More trees fall on Custer

September 21, 2007
By

JOHN RUCH

SOUTH ST. AREA—Two more large trees are coming down at a Custer Street development site, where the earlier cutting of at least a half-dozen mature trees last month sparked neighborhood controversy.

“I’m all for saving trees, and saving as many as we can. It just wasn’t feasible,” said Patrick McKenna, co-owner of the 22-24 Custer St. site, in a Gazette interview. He explained that one tree was dead and others had root systems that would have been damaged by excavation for a new residential building.

Anaye Milligan, a Jamaica Plain resident who sold the property to McKenna and partner Joseph Taylor last month and originally proposed the housing development, told the Gazette that his plan called for removing only one tree.

“The design was to preserve as many trees as possible,” Milligan said, adding that he was not involved in McKenna’s tree-cutting decisions and did not know the reasoning behind them. “I didn’t have anything to do with cutting down trees.”

Among the unhappy local residents is Melissa Moore, co-coordinator of the tree-preservation group JP Trees, which formed last year in response to housing developers cutting down trees.

“This [type of project] is one of the reasons why we formed last year—all the rash cuttings that have been going on,” Moore said.

McKenna is renovating and slightly expanding an existing two-family house on the site, and also constructing a new three-family building on a large rear lot that was formerly wooded.

As the Gazette previously reported, McKenna cut down about six large trees—one at least three feet in circumference—on the back lot last month.

Now, McKenna said, two other large trees along the property line near the front of the street are also coming down. No large trees will remain. McKenna said new, but smaller, trees will be planted as part of the final landscaping.

Milligan proposed the development last year and received zoning variances early this year. However, he said, he found the approval process “expensive and exhausting.” Last month, he sold the property and the approved project to McKenna and Taylor.

“[Milligan] was really good and really proactive in getting the neighbors involved,” said a local resident who wanted to remain anonymous in this article. Milligan held meetings with neighbors, the resident said, and received some community support.

Moore said tree preservation was an issue that came up early in the discussions. Milligan said he intended only to cut down a large tree in the center of the back lot and preserve the others, which sat along the edge of the property.

“One, I like trees,” Milligan said. “Two, I think it actually enhances the property significantly.” He noted that trees provide shade, aesthetic value and visual screening—including from the massive brick wall of the St. Thomas Aquinas Church school building behind the property.

Milligan added that a professional arborist told him that some of the trees were unhealthy. He said that McKenna could have found new issues that required the removal of trees.

“The roots were going into the foundation,” McKenna said of the trees on the back lot, where excavation has begun, adding the work would have damaged them anyway.

As for the other trees, “One on the side [of the lot] was completely rotten—a hazard,” McKenna said. “One was completely rotten, so we decided to take both of them out.”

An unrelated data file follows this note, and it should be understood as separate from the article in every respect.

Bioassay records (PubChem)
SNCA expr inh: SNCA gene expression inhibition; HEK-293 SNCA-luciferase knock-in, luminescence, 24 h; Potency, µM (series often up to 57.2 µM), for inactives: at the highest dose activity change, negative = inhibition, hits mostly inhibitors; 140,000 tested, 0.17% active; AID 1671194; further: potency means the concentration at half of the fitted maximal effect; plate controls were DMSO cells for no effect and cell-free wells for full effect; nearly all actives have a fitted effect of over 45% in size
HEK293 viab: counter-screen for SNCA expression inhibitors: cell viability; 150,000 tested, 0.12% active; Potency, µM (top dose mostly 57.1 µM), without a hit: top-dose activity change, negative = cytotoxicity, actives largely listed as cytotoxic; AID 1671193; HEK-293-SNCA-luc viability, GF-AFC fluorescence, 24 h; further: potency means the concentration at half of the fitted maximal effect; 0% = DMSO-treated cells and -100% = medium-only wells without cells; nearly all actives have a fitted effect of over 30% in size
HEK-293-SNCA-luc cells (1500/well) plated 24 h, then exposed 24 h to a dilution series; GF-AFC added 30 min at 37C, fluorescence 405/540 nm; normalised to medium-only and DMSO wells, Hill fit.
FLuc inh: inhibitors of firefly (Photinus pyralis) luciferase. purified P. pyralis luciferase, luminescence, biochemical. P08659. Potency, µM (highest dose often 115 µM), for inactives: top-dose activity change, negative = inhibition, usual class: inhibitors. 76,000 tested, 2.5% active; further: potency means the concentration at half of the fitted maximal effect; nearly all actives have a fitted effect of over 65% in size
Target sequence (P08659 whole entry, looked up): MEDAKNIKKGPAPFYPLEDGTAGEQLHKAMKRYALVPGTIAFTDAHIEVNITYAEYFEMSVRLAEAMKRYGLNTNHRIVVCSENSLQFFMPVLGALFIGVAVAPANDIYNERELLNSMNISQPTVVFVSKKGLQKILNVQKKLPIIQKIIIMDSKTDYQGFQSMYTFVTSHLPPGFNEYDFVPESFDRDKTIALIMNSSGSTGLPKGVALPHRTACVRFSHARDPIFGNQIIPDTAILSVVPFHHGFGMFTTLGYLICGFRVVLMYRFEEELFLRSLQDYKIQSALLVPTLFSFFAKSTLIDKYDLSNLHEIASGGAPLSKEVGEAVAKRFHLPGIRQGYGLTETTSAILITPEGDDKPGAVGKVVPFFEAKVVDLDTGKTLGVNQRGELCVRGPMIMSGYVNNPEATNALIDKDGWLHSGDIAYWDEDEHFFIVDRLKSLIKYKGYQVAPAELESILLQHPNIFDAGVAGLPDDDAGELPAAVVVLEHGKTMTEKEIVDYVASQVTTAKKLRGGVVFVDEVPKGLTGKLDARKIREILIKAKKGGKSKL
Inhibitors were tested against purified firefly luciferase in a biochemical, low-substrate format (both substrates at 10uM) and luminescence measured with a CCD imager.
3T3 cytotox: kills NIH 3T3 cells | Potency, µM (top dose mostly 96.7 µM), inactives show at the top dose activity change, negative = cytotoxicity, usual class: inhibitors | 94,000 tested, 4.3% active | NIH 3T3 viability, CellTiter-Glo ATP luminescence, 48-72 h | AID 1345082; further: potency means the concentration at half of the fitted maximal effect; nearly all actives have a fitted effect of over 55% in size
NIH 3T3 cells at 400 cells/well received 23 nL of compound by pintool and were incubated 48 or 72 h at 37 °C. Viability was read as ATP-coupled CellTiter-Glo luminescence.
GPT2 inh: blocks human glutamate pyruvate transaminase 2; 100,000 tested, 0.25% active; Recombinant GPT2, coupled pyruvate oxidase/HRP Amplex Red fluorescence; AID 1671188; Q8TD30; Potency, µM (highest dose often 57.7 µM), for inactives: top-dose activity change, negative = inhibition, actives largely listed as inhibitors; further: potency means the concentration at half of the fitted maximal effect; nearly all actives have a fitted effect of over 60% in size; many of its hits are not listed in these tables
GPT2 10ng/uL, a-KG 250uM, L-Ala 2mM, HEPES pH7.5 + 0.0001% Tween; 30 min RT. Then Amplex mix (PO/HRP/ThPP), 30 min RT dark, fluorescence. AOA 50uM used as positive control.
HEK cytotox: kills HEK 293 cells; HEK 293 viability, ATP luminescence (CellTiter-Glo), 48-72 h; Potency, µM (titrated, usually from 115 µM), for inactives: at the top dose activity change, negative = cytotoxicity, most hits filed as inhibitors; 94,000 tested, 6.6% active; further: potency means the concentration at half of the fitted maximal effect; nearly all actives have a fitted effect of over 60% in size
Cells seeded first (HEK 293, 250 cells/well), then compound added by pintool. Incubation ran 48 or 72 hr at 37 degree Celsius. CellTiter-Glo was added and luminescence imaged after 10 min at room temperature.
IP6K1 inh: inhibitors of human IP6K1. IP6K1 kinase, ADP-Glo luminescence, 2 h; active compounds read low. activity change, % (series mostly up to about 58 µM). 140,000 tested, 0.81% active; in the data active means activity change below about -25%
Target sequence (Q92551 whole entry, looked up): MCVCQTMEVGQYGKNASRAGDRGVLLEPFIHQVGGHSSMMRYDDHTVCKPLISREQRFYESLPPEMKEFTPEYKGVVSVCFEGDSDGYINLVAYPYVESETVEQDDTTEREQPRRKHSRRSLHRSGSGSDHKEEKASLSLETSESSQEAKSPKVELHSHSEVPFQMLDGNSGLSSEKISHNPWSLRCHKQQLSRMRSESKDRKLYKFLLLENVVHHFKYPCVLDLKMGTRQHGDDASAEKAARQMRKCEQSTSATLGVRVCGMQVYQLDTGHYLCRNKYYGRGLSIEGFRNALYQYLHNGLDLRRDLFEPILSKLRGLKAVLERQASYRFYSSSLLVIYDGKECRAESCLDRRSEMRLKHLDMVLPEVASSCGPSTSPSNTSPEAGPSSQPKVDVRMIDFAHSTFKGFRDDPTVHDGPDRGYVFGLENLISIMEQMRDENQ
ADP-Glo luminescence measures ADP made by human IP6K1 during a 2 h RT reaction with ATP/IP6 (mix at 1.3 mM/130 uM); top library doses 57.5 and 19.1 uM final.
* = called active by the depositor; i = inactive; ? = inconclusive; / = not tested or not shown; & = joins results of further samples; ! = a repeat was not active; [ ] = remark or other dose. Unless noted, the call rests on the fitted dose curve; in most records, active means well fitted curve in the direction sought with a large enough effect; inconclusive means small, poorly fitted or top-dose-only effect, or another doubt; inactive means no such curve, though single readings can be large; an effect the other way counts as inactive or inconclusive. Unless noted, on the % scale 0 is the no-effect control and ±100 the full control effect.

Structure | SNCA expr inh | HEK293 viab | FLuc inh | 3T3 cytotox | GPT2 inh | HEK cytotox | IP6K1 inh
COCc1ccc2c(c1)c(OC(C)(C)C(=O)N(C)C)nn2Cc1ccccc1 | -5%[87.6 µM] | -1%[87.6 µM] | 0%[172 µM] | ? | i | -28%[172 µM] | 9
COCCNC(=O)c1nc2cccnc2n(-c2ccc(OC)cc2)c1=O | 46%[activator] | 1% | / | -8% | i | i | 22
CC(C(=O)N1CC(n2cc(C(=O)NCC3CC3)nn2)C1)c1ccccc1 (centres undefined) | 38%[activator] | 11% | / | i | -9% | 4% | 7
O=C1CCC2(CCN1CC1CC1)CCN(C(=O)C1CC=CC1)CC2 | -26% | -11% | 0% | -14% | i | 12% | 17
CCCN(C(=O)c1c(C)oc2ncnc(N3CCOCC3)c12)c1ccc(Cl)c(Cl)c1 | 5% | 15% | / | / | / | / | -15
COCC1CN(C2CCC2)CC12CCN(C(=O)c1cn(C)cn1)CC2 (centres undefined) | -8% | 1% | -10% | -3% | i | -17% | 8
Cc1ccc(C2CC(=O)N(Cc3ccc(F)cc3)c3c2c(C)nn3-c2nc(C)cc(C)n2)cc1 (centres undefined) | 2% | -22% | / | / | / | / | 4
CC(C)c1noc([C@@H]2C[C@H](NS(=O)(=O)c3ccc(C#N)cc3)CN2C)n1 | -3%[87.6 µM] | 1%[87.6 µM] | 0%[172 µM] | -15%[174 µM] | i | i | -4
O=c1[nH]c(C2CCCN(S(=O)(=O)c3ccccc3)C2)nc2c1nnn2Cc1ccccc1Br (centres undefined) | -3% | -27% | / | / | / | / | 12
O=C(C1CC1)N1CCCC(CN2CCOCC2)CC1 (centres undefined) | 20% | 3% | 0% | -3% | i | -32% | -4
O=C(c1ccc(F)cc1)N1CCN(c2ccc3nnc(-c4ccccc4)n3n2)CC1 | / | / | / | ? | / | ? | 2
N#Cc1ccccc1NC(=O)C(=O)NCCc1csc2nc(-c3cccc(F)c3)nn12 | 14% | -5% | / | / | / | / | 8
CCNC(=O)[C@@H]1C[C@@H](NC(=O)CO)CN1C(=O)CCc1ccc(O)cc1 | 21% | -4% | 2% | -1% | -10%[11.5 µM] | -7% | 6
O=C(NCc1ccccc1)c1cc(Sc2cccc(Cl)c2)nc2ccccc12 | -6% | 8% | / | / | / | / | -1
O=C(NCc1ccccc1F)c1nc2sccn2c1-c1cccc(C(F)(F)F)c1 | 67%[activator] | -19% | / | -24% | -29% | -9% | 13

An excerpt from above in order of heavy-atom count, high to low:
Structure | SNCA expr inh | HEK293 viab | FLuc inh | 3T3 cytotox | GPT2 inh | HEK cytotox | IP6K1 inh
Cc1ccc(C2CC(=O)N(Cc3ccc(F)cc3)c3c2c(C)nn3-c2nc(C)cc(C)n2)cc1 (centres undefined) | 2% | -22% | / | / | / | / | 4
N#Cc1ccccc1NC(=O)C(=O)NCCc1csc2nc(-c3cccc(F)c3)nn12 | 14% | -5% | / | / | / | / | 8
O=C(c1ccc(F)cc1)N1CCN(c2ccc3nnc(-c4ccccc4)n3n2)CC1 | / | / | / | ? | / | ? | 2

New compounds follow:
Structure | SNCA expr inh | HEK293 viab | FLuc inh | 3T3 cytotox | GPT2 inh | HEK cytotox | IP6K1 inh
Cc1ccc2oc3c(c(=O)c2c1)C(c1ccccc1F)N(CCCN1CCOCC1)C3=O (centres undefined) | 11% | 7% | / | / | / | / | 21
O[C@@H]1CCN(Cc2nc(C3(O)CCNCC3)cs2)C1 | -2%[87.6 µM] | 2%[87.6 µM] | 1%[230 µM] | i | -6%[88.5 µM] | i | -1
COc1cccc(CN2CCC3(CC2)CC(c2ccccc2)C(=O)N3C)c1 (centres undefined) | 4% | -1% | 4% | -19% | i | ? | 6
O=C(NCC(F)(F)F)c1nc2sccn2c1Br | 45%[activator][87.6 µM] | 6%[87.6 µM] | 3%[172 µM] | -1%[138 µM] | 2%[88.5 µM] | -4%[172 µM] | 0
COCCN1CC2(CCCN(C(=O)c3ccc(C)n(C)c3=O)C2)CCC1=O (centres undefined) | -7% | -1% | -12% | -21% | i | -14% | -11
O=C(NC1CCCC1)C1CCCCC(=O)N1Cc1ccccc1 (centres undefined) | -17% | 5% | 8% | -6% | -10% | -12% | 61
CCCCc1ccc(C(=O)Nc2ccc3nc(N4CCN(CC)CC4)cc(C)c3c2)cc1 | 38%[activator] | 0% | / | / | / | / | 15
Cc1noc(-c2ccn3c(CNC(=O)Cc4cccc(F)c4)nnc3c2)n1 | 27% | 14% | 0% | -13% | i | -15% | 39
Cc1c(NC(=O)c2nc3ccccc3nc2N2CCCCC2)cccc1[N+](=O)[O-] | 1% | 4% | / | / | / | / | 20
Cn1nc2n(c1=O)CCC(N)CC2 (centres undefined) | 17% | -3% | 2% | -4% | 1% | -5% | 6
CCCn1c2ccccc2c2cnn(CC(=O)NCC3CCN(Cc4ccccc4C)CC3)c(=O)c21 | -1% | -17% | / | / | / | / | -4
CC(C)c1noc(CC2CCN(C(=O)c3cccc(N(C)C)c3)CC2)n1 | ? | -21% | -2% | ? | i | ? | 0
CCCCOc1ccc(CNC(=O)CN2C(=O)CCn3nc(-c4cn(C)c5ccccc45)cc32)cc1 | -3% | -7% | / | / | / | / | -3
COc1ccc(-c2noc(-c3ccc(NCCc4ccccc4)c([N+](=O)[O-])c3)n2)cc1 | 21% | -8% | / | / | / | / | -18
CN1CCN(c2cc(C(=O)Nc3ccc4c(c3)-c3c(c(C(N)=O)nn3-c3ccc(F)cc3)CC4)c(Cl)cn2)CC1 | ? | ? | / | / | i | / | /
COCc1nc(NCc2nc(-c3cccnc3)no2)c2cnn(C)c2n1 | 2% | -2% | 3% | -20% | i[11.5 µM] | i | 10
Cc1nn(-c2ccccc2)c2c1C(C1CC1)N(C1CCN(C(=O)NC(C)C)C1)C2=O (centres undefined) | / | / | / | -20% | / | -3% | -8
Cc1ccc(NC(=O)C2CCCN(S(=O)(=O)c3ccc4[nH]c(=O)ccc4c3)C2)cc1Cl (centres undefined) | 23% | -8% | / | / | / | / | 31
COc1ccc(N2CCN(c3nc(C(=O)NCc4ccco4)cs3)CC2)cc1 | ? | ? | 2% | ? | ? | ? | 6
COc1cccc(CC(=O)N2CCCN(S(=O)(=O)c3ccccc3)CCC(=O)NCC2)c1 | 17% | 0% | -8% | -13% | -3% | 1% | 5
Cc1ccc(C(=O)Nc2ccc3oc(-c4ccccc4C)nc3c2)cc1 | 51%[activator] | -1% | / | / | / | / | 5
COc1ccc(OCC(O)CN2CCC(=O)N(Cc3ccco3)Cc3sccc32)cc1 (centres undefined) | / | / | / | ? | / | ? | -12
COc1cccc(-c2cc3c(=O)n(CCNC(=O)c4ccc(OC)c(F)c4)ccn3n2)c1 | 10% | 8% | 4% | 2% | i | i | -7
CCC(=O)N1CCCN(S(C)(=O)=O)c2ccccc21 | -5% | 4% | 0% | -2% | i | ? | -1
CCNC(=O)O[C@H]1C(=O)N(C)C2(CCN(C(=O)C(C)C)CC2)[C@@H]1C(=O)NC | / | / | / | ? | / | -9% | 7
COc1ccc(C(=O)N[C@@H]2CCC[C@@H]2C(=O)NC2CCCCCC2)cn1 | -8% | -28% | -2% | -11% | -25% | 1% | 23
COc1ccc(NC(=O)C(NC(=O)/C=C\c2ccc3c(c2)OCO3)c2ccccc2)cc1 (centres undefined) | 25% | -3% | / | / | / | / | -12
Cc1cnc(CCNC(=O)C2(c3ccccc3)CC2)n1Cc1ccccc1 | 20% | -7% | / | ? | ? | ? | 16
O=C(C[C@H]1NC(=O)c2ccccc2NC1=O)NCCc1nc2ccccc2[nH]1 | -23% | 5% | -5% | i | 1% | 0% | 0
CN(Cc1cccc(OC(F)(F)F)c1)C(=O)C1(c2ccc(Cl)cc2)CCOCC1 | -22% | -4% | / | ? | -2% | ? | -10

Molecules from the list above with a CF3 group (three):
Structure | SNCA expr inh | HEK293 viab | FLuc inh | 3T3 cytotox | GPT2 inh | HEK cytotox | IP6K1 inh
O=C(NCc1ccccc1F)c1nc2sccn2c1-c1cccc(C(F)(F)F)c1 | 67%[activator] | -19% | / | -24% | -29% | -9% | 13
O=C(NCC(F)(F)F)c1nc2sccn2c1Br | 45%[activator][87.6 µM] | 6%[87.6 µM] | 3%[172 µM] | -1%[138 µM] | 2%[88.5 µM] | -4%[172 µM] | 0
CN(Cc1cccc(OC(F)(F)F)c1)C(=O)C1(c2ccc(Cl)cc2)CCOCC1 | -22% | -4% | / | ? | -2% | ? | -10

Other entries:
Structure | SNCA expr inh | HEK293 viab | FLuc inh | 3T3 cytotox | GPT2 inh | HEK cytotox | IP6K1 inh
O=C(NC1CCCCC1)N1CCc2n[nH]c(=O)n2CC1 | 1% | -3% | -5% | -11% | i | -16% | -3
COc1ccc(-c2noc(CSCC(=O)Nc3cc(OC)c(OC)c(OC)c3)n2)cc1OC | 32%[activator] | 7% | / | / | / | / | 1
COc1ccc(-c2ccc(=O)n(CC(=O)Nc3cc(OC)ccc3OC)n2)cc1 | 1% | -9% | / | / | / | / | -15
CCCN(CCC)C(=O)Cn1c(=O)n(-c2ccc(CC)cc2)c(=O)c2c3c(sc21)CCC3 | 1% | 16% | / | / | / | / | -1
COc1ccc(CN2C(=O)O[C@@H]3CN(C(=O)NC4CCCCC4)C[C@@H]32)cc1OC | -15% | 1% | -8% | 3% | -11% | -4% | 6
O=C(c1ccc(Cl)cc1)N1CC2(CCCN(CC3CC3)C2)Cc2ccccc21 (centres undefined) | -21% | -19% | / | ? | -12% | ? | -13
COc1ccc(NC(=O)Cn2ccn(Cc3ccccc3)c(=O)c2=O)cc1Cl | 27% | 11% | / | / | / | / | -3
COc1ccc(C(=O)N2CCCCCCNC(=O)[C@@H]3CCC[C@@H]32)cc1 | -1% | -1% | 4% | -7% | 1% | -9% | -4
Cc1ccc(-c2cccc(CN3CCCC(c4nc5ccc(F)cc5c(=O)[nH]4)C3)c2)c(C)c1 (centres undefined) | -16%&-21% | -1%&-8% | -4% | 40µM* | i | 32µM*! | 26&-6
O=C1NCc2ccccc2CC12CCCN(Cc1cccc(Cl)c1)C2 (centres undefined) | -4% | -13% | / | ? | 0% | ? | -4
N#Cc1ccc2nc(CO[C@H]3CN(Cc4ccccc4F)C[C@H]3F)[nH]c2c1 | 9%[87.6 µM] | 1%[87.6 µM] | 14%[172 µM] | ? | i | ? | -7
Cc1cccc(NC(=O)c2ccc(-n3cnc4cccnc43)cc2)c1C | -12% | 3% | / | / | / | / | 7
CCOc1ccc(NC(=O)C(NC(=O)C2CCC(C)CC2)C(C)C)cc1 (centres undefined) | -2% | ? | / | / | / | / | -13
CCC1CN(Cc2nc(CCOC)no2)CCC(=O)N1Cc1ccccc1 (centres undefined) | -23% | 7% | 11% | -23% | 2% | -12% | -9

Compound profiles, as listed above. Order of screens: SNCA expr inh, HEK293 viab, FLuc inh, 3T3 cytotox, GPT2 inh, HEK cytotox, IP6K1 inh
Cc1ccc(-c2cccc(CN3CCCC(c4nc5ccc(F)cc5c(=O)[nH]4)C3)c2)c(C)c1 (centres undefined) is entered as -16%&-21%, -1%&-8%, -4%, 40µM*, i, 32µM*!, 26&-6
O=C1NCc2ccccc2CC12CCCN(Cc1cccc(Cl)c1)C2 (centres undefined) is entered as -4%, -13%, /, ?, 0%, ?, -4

“I pointed out that all the leaves on it are green,” Moore said of the reportedly rotten tree, referring to an on-site conversation she had last month with Taylor.

The Gazette observed what appeared to be dead heartwood in a large limb cut off of one of those side trees, though the wood was not from the main trunk.

Moore said that Taylor told her the main reason for removing the side trees was making way for a new driveway. McKenna said a driveway was not the motivation.

McKenna said he wants to be “cooperative” with neighborhood concerns. Residents say he has not done the outreach Milligan did, and they were surprised by the unannounced tree-cuttings. Milligan said some residents complained to him.

“It’s nice to have some greenery,” said the anonymous resident. “It’s too bad to see them taking down as much as they are.”

McKenna said the city issued a stop-work order recently because of the removal of asbestos tiles from the exterior of the existing house without specially licensed contractors. Asbestos professionals resumed the work last week.

In approving the zoning variances for the development, the city’s zoning Board of Appeal decision said, “This proposal would not result in any substantial changes to the property from the perspective of any of the abutting property owners nor would it create a nuisance to abutters or to others in the neighborhood.”

Of course, the tree-cutting is a substantial change from the perspective of neighbors. But the zoning code does not address tree removal at all. No permit or approval is required for cutting trees on private property.

JP Trees is working to formulate some kind of law or ordinance that would provide some tree-preservation oversight similar to those in other cities. The organization still has no specific proposal. But the general ideas include placing tree-removal in the zoning code and/or establishing a kind of tree landmarking process that would protect trees above a certain size.

Right now, Moore said, JP Trees is just trying to get political support for the general idea of tree preservation, particularly in the context of development projects.

If tree-cutting continues on a large scale, she said, JP will look like another type of forest—“a jungle of concrete.”

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